The Anglican Way

I have been a part of the Anglican Church since I was in ninth grade. Even though I wasn’t formally “received” as an Anglican until around ten years later, I considered myself Anglican from pretty shortly after I started attending. I come from a Roman Catholic background, but my conversion to Anglicanism had less to do with what I was leaving than with what I was joining. I never felt any animosity or discomfort with the Roman Church. In fact, I pretty much held on to my Roman theology all the way until I got to seminary. No, I never felt like I was leaving something. I felt like I was joining something.

For many people, that something of Anglicanism is hard to define. People join the Anglican Church for all sorts of reasons. I think those reasons, diverse as they might be, come down to this: for us, the Anglican Church feels like family. It can be a messy and difficult family, but it is a family that we recognize. When I get together with my own family, we don’t all believe the exact same things the exact same ways. We don’t all want the exact same things. We have disagreements and disputes. But we always love each other. My family isn’t, and never has been dysfunctional. We are just a typical family.

That is what you see in Anglicanism, and it is explained very well in The Anglican Way by Thomas McKenzie. You have evangelicals and catholics. You have charismatics and orthodox. You have activists and contemplatives. You have conservatives and liberals. Each thing properly understood, and when not taken to an extreme, has a home within the Anglican Church. It is like a family. We can disagree with some of what others are doing, but it doesn’t mean they aren’t family. This doesn’t mean that there are no limits or boundaries. As we have seen and experienced with the Episcopal Church, one can get to an extreme that puts them outside of traditional Anglicanism and historic Christianity. But just because there are extremes that must be avoided, it doesn’t nullify the real diversity within the body.

Some families are dysfunctional, sadly. There may be destructive people within the family who tear it apart. Some families require everyone to be a certain way, believe a certain thing, or behave in a certain manner. Many denominations are this way. Of course, I don’t mean to suggest that any denomination (or non-denomination as the case may be) is dysfunctional if it doesn’t look like Anglicanism. But the metaphor works. In most denominations and churches there are much tighter boundaries. This is what it means to be Catholic, Presbyterian, Southern Baptist, etc. It can be hard to have that natural family feel if you exist within a body that expects everyone to be exactly alike in many ways. If you are Pentecostal and you don’t speak in tongues, you are out of the family. If you are an Orthodox Presbyterian and you do speak in tongues, you are out of the family. These are somewhat vulgar over-simplifications, but you get the point.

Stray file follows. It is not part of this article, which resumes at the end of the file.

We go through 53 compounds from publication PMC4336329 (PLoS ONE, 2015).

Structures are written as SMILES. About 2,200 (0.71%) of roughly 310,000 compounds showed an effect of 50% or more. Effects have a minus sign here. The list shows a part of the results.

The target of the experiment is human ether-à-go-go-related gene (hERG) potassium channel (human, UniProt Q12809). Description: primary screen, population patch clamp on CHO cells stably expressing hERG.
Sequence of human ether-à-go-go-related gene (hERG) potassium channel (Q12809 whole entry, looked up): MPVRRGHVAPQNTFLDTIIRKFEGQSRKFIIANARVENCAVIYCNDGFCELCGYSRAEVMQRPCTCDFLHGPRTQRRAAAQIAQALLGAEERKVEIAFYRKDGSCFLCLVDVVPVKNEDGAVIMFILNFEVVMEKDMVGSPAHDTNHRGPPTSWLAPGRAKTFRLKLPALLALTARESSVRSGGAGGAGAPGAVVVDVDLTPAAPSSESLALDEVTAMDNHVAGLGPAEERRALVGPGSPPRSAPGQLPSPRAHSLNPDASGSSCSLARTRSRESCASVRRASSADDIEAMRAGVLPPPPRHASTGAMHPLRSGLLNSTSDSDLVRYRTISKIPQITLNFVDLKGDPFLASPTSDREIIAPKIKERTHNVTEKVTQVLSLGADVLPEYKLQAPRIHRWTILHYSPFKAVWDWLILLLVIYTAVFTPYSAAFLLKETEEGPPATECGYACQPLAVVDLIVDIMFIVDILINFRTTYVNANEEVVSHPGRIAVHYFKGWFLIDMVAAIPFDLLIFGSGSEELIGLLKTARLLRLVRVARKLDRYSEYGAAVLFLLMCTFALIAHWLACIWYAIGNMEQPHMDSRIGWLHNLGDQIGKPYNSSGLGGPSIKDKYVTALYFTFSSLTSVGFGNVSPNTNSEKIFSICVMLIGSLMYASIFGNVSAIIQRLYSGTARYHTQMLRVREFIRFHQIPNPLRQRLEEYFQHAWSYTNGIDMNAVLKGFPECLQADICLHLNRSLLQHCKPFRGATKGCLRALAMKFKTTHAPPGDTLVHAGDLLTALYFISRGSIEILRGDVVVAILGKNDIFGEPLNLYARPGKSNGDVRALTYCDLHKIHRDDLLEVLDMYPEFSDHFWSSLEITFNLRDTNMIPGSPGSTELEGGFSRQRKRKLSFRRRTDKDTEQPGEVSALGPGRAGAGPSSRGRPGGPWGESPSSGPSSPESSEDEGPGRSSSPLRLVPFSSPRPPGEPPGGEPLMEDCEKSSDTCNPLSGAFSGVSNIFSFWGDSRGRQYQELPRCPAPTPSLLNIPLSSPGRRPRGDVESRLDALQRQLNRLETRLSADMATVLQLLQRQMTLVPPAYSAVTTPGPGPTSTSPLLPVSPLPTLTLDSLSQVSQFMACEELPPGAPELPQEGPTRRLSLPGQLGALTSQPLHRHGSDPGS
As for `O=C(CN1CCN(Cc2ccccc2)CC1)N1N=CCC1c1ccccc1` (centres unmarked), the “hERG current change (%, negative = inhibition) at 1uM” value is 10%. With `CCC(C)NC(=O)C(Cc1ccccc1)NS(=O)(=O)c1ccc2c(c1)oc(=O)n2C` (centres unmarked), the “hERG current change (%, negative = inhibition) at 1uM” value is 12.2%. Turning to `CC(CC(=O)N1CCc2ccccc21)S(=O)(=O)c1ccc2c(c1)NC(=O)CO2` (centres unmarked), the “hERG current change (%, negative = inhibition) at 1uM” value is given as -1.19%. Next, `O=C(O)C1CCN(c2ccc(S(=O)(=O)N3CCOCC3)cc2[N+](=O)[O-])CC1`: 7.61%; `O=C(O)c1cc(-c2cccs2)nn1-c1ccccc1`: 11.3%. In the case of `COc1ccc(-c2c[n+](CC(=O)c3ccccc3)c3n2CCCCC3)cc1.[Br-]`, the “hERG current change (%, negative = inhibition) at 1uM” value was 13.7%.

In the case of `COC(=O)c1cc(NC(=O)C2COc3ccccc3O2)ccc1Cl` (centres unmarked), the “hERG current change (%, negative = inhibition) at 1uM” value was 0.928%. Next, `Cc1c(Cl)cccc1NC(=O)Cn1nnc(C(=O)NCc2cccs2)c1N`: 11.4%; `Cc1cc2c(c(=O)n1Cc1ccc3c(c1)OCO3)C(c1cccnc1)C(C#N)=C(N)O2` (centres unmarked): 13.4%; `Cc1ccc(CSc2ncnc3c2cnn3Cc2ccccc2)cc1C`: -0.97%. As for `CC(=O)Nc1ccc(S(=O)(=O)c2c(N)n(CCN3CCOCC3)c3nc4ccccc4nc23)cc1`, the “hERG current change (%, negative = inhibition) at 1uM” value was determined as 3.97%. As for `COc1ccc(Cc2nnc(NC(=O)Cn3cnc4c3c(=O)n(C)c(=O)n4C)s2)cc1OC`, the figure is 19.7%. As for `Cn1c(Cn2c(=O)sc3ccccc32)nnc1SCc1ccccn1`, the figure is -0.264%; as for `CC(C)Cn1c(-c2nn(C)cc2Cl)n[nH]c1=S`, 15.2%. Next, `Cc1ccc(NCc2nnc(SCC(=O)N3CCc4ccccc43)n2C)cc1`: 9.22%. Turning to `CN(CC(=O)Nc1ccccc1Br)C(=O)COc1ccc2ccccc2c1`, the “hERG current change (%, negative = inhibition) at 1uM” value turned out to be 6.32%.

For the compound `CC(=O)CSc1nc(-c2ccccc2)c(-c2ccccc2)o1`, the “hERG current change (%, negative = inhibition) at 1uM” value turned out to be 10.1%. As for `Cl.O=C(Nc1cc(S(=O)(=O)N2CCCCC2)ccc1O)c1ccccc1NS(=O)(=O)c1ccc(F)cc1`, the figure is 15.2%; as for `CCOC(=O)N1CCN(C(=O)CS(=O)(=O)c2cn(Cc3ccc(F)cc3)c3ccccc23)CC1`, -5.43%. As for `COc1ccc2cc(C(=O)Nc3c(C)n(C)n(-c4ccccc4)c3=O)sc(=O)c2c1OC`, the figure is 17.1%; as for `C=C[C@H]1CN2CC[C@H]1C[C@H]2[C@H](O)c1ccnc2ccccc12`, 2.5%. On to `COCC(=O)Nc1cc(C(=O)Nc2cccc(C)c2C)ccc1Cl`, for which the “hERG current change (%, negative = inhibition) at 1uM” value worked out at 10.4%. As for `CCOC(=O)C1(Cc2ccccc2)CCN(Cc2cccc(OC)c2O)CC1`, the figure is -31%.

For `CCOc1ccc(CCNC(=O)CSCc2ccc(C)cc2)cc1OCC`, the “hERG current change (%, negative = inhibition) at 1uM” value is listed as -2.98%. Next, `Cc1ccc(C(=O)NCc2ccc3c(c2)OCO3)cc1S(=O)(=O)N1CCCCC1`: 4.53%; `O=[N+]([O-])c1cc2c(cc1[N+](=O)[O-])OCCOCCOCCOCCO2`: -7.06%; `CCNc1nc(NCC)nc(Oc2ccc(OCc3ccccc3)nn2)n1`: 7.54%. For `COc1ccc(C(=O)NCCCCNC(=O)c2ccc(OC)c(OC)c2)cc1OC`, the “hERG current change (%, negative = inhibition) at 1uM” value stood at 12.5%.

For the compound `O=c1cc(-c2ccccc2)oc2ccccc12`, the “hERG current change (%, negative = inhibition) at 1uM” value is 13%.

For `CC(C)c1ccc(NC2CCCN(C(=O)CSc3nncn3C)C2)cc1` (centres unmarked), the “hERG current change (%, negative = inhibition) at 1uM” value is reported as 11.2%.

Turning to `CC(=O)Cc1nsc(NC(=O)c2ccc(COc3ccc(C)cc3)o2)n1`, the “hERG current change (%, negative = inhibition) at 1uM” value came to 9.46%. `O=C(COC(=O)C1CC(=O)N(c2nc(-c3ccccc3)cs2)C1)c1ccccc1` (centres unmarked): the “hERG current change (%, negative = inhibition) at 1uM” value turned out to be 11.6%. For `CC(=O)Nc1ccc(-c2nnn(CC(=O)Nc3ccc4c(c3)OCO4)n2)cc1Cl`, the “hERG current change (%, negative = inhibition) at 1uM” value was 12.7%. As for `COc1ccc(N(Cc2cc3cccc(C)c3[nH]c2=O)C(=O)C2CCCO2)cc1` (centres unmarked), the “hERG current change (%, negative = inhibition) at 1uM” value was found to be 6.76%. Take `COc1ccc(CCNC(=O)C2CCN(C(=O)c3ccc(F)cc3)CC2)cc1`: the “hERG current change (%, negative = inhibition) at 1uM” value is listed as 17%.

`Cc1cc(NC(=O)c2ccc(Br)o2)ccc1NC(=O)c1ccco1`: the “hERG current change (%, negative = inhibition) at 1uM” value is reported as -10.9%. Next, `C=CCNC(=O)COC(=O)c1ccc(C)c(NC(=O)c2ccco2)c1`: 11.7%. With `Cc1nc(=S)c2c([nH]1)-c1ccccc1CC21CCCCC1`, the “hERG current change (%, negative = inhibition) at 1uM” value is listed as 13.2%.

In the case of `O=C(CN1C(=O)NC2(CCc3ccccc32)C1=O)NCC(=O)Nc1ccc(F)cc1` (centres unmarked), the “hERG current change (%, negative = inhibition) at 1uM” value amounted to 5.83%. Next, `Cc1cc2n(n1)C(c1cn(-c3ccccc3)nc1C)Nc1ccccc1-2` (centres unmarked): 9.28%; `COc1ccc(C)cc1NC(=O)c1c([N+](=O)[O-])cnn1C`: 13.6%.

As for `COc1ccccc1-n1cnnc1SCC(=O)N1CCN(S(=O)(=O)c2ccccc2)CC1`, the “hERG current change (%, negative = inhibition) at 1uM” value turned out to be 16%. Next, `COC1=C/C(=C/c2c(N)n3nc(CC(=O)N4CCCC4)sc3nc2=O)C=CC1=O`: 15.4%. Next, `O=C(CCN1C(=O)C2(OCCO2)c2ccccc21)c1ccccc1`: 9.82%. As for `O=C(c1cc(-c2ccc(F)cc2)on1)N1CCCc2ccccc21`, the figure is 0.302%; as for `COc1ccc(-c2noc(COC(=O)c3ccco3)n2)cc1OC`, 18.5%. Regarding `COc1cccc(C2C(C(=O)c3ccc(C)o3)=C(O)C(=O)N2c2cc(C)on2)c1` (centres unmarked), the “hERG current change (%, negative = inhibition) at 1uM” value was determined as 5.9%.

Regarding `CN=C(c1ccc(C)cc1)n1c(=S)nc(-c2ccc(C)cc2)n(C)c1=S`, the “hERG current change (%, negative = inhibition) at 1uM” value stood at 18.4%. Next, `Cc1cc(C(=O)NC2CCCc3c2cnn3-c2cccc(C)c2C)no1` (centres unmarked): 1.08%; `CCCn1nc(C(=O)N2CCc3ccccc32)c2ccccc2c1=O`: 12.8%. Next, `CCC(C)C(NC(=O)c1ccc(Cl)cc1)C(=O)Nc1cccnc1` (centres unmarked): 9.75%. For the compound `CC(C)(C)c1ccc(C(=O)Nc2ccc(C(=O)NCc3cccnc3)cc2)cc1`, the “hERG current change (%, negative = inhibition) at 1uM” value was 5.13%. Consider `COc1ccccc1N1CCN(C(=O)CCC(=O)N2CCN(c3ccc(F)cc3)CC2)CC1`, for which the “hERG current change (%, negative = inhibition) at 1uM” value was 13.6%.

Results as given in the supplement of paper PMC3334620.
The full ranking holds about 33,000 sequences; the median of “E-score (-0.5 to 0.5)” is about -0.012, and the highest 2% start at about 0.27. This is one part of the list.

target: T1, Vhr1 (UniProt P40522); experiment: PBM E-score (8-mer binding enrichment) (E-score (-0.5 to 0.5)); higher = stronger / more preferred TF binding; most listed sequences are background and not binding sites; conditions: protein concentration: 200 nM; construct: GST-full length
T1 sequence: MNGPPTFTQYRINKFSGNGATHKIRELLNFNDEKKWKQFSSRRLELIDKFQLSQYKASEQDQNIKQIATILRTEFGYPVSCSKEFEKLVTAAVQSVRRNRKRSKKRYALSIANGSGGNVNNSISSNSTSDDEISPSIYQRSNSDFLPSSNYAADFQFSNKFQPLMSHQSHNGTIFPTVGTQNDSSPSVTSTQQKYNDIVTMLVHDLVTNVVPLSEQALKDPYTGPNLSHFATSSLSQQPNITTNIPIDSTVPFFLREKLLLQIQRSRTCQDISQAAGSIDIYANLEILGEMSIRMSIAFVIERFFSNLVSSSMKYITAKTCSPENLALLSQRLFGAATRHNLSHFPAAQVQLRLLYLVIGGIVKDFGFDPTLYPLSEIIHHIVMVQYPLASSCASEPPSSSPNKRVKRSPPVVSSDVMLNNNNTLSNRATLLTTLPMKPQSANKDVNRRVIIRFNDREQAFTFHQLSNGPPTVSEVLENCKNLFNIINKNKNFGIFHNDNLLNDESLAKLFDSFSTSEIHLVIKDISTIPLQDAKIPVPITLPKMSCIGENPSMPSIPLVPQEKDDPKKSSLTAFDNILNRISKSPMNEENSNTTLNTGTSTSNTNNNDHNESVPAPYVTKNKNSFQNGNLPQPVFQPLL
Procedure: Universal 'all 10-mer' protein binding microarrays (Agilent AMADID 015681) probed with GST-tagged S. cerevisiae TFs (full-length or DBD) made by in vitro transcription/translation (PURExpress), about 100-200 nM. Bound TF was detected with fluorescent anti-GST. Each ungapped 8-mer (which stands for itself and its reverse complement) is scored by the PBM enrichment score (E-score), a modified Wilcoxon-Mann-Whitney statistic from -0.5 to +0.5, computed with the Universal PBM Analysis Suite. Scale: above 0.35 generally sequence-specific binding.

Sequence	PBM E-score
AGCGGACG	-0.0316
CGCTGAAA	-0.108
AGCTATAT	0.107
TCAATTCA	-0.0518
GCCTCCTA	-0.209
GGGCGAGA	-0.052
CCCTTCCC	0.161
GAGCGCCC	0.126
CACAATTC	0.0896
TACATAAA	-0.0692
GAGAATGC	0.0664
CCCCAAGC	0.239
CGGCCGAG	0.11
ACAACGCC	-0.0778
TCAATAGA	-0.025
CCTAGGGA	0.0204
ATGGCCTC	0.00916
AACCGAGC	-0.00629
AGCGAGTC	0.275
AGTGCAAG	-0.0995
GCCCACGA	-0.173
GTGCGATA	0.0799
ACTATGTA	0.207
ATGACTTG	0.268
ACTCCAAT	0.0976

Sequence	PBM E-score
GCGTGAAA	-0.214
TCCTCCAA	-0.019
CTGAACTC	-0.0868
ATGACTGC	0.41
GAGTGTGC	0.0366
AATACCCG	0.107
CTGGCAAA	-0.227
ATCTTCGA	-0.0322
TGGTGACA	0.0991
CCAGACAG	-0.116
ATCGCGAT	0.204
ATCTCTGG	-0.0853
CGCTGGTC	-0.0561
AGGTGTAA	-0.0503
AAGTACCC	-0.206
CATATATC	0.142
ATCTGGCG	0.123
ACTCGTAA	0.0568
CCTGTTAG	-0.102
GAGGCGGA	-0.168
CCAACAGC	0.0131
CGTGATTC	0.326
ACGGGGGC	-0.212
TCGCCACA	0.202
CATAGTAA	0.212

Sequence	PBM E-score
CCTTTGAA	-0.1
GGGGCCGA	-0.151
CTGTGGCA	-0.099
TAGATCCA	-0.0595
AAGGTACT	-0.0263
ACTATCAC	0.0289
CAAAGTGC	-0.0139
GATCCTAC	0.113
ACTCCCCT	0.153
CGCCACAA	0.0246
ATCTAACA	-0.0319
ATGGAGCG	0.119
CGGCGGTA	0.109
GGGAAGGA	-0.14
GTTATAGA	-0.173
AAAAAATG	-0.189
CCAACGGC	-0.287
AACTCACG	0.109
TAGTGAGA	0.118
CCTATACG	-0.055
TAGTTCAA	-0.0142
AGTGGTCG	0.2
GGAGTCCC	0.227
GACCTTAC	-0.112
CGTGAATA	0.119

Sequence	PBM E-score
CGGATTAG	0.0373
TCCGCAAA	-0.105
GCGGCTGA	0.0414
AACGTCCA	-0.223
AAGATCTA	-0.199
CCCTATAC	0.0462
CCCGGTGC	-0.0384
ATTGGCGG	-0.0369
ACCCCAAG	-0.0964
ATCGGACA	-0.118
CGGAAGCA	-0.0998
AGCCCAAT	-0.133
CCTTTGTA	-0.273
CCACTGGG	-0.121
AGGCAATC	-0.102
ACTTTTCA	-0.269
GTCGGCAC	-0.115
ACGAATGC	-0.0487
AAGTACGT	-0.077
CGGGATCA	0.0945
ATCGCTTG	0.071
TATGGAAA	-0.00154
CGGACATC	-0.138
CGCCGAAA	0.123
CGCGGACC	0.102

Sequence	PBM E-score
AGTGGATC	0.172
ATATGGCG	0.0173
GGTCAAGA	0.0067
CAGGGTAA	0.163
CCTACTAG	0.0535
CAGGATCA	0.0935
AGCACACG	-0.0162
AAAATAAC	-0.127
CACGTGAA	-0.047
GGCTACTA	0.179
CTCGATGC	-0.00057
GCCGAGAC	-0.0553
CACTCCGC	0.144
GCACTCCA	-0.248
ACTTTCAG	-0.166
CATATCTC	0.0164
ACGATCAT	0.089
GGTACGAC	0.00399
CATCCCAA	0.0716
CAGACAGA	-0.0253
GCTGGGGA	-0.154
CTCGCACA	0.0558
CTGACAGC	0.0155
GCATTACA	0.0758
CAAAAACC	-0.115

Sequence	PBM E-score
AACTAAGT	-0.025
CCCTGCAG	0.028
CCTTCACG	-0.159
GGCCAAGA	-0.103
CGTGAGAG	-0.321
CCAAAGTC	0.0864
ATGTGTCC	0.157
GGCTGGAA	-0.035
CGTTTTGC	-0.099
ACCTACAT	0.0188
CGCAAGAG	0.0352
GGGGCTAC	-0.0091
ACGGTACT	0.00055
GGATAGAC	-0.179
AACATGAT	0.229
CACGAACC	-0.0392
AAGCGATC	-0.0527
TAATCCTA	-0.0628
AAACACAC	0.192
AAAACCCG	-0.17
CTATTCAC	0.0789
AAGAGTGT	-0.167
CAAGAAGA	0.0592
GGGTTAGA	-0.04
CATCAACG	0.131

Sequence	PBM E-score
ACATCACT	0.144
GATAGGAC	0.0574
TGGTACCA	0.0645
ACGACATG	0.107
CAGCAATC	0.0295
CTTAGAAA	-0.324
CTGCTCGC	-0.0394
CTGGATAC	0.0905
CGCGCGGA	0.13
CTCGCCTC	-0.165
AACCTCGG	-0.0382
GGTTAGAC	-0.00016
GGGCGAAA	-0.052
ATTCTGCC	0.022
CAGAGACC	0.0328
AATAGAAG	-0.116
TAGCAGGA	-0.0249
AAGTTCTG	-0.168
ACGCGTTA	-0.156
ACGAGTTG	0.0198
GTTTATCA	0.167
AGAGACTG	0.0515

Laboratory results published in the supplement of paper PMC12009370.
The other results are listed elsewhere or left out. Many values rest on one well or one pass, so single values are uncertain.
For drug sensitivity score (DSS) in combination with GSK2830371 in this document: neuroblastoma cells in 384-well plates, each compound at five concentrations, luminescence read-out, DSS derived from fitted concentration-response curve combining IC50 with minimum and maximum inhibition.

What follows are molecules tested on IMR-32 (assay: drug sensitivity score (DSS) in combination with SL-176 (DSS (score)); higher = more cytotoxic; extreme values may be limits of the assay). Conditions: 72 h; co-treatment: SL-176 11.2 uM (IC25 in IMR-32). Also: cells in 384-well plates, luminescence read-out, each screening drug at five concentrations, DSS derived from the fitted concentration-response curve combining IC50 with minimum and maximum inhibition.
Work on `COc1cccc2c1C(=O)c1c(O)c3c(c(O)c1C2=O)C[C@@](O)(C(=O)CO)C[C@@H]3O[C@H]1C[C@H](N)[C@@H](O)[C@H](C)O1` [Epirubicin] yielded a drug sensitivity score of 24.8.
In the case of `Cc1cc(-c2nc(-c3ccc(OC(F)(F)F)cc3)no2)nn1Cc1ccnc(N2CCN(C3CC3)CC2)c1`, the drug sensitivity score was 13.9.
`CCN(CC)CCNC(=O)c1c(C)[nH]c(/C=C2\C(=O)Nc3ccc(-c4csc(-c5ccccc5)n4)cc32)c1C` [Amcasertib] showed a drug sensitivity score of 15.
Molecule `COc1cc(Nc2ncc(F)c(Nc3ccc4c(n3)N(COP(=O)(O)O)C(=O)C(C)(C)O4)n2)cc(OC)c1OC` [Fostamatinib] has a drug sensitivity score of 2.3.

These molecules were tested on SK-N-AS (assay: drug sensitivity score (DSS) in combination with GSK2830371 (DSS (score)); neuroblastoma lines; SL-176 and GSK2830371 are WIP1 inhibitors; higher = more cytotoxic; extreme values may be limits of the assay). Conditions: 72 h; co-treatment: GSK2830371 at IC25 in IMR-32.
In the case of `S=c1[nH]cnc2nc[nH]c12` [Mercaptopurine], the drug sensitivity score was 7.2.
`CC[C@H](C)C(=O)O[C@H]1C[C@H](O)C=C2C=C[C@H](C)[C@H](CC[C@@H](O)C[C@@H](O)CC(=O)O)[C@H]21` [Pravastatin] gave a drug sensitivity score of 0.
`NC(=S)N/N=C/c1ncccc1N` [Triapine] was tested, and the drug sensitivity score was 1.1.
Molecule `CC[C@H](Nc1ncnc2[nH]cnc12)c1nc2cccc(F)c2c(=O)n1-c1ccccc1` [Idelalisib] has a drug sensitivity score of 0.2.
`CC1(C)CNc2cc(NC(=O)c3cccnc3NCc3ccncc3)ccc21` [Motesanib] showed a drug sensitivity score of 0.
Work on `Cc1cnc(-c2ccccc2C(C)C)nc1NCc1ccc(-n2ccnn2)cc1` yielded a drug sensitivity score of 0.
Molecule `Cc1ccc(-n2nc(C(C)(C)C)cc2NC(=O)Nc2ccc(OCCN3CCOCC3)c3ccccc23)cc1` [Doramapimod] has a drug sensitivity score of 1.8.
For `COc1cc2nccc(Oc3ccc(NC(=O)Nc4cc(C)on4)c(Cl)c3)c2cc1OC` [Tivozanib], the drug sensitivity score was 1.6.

To the Anglican, both things are acceptable. I am not simply saying that it is ok that some do and some don’t speak in tongues. I am taking it even further than that. It is acceptable to believe in speaking in tongues as a Christian trait, and it is ok to believe that speaking in tongues and such gifts ceased at the end of the first century. It isn’t that both groups are right. Instead, this is about what it means to be Anglican. It means to not look for boundaries to divide us from one another, but to look for that which unites us as a family, even in our disagreement. For us, we recognize that if we are all adopted as sons and daughters of God, then we are family. Families fight. Families disagree. Families don’t always believe all the same things. Those things don’t make the family dysfunctional. They make them real families.

The Anglican Church is a real family. There are those even within New Life who hold vastly disparate, yet equally Christian views. There are those who speak in tongues, those that don’t, and those that think tongue speaking doesn’t exist. There are those that believe in women’s ordination and those that don’t. There are those that believe in predestination and election and those that are committed to their own free will. There are those who hold a high view of the sacraments and those that don’t care if they ever come to the Lord’s Table. All of these are present within New Life. In many ways, New Life is a microcosm of the Anglican Church as a whole.

In so many churches, so many people of disparate views could hardly exist alongside one another. In the Anglican Church, it is assumed that such diversity exists. It is what makes us Anglican. It is what makes us family. It is that kind of a family that I knew I was joining about 22 years ago, that I found so attractive. And it is that kind of a family which allows each of its members to grow and flourish in Christ.

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